Let us first talk about Goose down. There are several types called Hutterite Down or Hungarian Down (aka European Down) . This is known as the most premium type of down comforter. The reason behind this is that geese are larger birds compared to ducks, so the feathers that can be gathered are in large clusters, which can provide more warmth—perfect for fall and winter. By default, it is also hypoallergenic.

Duck down, on the other hand, is very affordable and can be easily bought almost everywhere. Its quality, however, is not as exquisite as that of a Goose down. This is great for those who like less filled comforters as their feathers tend to run on the thin side.

Lastly, we have Grey vs. White down. These are just a mix of feathers which is great for people who like soft, but at the same time, firm comforters. The white feathers provide that softness, while the grey ones tend to keep their shape. Traditionally, white was the down of choice because they had white fabrics and the grey color tended to make the white color a little duller in color. However, with duvets and covers, this isn’t really an issue.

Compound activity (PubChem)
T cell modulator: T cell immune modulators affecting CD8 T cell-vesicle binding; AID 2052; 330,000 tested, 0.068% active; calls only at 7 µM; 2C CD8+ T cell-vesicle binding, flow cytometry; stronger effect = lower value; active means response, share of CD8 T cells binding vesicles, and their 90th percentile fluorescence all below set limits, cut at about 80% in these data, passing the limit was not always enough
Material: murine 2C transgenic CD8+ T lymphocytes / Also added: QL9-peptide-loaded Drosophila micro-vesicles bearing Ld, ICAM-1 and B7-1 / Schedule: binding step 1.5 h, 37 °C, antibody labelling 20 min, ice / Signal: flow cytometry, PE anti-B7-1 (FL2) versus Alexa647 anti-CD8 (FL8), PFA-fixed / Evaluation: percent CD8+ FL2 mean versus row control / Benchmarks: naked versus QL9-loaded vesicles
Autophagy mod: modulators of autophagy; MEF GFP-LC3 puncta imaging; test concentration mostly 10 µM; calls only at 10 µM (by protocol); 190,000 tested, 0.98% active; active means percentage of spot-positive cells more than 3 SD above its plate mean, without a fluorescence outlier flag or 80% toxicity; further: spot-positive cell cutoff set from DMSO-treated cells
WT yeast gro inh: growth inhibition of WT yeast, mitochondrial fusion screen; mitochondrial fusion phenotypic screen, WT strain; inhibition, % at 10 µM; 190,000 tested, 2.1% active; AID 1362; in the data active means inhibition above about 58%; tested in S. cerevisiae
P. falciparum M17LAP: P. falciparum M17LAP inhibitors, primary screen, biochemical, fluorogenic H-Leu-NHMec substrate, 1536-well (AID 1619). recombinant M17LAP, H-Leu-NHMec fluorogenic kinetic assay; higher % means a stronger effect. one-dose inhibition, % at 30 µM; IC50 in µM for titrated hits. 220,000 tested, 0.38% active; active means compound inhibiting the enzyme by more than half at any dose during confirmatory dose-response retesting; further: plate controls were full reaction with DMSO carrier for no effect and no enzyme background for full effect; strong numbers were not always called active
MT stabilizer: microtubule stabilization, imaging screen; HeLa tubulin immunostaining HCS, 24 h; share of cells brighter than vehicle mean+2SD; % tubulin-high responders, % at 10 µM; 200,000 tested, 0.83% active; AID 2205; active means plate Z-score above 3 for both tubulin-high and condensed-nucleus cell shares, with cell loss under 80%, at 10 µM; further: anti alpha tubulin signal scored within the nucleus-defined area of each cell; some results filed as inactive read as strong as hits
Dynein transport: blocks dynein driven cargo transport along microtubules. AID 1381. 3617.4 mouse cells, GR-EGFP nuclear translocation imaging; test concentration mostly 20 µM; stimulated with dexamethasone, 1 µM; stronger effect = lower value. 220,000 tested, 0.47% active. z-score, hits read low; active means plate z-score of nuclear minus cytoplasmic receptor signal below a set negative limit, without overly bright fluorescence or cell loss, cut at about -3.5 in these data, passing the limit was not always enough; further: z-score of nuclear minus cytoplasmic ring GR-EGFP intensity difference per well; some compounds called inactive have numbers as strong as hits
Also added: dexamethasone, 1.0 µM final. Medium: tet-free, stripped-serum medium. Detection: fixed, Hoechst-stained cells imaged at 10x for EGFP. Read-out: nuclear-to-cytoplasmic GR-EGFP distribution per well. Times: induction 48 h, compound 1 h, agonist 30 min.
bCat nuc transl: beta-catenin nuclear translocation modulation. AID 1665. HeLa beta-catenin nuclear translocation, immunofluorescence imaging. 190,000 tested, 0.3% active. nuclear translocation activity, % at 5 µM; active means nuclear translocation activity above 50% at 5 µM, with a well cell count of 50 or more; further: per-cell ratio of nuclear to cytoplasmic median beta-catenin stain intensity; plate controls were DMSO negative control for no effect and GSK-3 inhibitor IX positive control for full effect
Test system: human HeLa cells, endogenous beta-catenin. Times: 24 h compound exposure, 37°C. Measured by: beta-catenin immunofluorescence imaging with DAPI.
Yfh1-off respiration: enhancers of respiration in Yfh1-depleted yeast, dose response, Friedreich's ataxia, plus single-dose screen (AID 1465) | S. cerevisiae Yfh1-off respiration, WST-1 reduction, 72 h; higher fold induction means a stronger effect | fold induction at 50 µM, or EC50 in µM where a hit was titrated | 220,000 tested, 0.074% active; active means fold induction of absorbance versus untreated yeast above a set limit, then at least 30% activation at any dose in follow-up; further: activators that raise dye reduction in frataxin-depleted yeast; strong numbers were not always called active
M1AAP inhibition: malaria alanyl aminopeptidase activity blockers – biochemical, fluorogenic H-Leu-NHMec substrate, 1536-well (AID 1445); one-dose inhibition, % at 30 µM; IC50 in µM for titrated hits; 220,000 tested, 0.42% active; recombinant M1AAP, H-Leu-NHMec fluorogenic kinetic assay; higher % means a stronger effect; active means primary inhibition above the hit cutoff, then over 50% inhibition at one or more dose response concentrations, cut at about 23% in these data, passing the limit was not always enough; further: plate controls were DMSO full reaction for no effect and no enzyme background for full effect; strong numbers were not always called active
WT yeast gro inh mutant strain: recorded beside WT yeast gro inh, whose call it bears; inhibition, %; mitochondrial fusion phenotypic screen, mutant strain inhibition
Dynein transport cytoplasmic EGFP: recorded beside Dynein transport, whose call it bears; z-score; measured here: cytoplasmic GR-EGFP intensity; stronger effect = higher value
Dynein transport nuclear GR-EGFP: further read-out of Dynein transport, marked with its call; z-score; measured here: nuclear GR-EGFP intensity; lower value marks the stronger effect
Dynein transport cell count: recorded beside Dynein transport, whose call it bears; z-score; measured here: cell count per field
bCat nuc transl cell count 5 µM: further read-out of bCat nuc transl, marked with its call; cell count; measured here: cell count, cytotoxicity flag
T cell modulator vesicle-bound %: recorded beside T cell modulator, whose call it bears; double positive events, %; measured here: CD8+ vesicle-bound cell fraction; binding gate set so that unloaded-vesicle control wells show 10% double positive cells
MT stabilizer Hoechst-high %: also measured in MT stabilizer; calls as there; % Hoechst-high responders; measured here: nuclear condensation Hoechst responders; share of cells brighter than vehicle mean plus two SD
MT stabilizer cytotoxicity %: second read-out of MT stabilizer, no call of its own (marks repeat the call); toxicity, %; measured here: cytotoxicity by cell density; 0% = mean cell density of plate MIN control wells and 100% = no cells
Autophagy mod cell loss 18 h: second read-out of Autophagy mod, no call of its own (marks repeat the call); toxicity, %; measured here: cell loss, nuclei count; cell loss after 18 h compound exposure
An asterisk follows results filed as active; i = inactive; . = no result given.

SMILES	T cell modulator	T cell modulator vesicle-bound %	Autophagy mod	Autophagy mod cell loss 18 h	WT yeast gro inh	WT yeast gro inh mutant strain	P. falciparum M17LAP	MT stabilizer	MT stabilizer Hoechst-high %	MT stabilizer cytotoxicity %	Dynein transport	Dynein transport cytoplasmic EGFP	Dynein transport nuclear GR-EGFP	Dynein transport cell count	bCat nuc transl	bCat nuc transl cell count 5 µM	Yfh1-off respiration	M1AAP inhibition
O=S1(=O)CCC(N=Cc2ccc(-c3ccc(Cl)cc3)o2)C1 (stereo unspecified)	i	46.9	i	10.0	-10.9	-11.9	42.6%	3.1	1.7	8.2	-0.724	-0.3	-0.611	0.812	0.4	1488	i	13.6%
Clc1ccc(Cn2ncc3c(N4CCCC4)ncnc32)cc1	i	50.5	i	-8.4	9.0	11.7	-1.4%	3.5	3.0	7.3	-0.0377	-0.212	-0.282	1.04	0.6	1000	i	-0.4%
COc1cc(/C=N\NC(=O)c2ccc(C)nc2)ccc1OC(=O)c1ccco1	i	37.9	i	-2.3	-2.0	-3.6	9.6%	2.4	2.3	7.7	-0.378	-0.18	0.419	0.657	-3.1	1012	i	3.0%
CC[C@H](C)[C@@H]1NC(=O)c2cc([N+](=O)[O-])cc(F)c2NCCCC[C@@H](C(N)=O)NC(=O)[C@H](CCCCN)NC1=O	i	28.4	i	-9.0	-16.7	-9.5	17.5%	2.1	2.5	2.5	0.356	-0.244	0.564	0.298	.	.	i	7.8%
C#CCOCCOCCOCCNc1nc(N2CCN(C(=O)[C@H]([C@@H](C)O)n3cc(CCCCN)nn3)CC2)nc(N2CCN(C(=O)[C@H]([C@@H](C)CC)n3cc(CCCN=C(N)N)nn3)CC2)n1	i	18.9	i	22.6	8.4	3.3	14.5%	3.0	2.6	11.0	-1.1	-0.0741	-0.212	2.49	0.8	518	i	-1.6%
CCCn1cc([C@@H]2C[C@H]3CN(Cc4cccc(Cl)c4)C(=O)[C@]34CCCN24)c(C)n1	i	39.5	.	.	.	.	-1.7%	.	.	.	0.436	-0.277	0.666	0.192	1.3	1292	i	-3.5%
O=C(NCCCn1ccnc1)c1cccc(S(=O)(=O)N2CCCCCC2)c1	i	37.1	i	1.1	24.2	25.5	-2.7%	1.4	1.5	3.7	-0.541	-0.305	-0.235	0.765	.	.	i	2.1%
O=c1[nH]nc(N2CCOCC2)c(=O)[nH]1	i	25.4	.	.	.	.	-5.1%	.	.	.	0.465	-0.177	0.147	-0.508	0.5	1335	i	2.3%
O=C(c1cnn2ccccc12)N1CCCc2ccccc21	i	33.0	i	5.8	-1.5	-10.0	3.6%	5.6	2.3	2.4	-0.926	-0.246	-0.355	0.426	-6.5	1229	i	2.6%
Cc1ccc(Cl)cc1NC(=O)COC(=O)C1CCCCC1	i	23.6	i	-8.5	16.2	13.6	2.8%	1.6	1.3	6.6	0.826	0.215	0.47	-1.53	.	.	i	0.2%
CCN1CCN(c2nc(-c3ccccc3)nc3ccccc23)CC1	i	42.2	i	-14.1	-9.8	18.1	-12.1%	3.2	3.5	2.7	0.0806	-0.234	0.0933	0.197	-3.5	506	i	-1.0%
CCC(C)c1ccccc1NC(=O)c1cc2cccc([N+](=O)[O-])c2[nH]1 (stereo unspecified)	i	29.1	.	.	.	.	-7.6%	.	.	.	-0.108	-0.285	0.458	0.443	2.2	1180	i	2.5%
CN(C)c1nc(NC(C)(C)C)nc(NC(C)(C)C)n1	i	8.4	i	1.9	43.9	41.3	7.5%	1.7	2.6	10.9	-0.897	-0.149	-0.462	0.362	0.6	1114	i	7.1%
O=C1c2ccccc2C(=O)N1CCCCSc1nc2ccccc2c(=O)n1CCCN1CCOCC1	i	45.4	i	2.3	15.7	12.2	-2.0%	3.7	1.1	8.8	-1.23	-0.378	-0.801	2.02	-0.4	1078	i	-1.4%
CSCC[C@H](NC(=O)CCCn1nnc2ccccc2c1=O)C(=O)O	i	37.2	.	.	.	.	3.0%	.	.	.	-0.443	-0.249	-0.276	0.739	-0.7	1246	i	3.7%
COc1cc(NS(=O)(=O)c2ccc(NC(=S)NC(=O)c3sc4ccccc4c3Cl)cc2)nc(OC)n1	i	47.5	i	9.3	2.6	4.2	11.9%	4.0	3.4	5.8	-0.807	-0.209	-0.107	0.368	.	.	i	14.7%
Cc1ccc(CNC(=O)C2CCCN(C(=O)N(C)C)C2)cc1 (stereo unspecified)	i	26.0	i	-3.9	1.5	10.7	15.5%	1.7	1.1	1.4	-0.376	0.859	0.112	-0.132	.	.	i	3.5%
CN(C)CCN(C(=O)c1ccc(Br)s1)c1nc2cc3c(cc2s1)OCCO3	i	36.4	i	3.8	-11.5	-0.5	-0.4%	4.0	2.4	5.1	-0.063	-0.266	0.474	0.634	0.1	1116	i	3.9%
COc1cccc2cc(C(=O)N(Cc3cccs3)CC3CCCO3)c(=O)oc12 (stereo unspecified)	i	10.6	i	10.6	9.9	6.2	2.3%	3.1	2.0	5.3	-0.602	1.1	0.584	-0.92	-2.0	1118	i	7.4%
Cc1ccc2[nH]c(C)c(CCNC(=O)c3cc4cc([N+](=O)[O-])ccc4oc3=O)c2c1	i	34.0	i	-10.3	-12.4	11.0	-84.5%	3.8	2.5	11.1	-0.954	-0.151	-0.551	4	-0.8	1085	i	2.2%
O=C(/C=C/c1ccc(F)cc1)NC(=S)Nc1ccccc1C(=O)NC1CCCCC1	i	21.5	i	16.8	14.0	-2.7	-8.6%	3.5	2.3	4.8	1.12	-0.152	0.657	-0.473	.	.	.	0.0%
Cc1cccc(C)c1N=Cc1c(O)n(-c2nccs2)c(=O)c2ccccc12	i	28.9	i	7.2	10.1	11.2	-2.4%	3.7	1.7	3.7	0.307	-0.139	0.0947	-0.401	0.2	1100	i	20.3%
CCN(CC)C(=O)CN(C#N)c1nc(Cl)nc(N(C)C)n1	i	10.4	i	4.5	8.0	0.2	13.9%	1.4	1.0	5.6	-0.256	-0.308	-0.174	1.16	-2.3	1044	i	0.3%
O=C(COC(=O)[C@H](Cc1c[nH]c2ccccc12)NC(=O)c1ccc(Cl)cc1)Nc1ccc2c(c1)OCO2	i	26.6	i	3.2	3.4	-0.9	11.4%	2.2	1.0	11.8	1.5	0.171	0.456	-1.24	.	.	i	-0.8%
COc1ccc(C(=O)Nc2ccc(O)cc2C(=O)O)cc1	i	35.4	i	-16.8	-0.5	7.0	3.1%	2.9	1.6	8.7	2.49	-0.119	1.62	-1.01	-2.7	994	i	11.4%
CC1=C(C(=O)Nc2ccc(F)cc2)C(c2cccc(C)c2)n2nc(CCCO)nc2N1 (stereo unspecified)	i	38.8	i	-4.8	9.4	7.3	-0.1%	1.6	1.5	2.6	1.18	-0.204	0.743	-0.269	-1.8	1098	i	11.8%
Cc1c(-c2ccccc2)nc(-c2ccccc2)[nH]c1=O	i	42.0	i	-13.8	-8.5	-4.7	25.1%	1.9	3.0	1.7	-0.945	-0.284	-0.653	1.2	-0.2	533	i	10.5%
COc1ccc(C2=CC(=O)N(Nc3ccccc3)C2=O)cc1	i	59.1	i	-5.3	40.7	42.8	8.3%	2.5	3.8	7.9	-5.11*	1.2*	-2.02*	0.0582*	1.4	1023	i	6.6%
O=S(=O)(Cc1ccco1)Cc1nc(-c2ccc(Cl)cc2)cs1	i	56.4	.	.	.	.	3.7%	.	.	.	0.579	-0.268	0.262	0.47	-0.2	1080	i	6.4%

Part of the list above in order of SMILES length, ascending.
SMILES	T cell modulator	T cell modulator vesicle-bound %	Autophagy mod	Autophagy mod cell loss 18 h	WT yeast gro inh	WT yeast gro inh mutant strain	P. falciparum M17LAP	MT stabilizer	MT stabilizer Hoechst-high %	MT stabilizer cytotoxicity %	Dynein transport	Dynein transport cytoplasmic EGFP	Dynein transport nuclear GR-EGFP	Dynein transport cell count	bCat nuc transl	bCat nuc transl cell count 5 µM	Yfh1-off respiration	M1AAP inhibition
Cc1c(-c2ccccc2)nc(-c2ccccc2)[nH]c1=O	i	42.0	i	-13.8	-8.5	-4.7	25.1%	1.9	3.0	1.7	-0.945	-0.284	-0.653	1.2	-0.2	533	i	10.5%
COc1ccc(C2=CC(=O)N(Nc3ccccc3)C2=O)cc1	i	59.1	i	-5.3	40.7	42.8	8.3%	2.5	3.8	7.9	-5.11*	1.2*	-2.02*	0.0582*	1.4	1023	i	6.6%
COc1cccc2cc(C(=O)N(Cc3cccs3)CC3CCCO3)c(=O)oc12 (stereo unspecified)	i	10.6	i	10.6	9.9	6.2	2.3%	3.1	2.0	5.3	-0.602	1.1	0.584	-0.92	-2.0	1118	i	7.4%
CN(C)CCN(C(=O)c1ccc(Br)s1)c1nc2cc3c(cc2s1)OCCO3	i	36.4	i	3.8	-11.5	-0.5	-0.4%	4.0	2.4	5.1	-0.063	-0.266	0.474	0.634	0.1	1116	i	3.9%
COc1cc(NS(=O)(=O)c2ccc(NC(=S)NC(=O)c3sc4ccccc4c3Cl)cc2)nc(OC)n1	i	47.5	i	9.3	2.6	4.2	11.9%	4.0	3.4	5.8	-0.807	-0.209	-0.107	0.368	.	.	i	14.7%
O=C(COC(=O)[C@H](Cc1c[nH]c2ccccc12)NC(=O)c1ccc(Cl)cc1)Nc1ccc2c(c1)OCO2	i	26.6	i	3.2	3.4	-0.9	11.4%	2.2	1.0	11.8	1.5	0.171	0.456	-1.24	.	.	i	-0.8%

One final thought on the material. There are some such as Chinese Goose Down or Siberian Goose Down that are of lesser quality because they are taken from very young geese whose feathers have not had proper time to mature. Siberian Goose down is a marketing ploy as there are no geese from Siberia. Often, it is just Chinese Goose Down under another name.

Fill Power

Simply put, the fill power refers to the power of insulation of the comforter. The down from older and more mature duck or goose has higher fill power than the down from the young ones. The down cluster develops with the age of the birds. The most common fill power is 500 to 600. This fill power is not the best for those who live in colder climates as there is not a high insulation rate.

As for 600 to 700+ fill power, these can provide a lot of warmth, especially if you are not using a house thermostat. For those places that go through all the seasons, this fill power is adequate to be used during the cold and warm months.

Goose Down Fill Power

Goose Down Fill Power

700+ is the best fill power of all. However, this type of down comforter is something that you will not use all the time because it generates a lot of heat. Do keep in mind that this is the fluffiest, so if that is your purpose behind getting a down comforter, this one will be a good choice.


This pertains to the stitching patterns and that leads to how the comforter will insulate and distribute heat. The more common designs are: